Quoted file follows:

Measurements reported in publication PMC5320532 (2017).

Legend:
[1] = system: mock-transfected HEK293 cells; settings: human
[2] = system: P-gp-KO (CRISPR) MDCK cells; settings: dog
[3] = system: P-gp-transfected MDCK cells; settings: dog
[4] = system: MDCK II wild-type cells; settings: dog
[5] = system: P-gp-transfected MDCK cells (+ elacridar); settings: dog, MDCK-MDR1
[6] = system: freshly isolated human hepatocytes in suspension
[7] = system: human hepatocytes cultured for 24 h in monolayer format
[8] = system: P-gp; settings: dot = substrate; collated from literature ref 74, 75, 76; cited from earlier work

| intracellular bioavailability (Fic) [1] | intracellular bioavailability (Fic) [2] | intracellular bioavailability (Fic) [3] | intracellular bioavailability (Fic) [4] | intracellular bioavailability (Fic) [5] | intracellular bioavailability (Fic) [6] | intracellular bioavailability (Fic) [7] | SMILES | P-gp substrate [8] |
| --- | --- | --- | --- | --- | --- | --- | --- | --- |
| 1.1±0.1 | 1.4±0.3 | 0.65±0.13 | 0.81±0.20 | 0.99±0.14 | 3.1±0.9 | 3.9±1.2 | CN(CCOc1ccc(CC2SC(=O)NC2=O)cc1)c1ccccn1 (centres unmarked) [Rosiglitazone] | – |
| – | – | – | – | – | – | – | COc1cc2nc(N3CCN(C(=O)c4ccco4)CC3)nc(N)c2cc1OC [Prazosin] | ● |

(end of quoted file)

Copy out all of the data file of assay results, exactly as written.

Measurements reported in publication PMC5320532 (2017).

Legend:
[1] = system: mock-transfected HEK293 cells; settings: human
[2] = system: P-gp-KO (CRISPR) MDCK cells; settings: dog
[3] = system: P-gp-transfected MDCK cells; settings: dog
[4] = system: MDCK II wild-type cells; settings: dog
[5] = system: P-gp-transfected MDCK cells (+ elacridar); settings: dog, MDCK-MDR1
[6] = system: freshly isolated human hepatocytes in suspension
[7] = system: human hepatocytes cultured for 24 h in monolayer format
[8] = system: P-gp; settings: dot = substrate; collated from literature ref 74, 75, 76; cited from earlier work

| intracellular bioavailability (Fic) [1] | intracellular bioavailability (Fic) [2] | intracellular bioavailability (Fic) [3] | intracellular bioavailability (Fic) [4] | intracellular bioavailability (Fic) [5] | intracellular bioavailability (Fic) [6] | intracellular bioavailability (Fic) [7] | SMILES | P-gp substrate [8] |
| --- | --- | --- | --- | --- | --- | --- | --- | --- |
| 1.1±0.1 | 1.4±0.3 | 0.65±0.13 | 0.81±0.20 | 0.99±0.14 | 3.1±0.9 | 3.9±1.2 | CN(CCOc1ccc(CC2SC(=O)NC2=O)cc1)c1ccccn1 (centres unmarked) [Rosiglitazone] | – |
| – | – | – | – | – | – | – | COc1cc2nc(N3CCN(C(=O)c4ccco4)CC3)nc(N)c2cc1OC [Prazosin] | ● |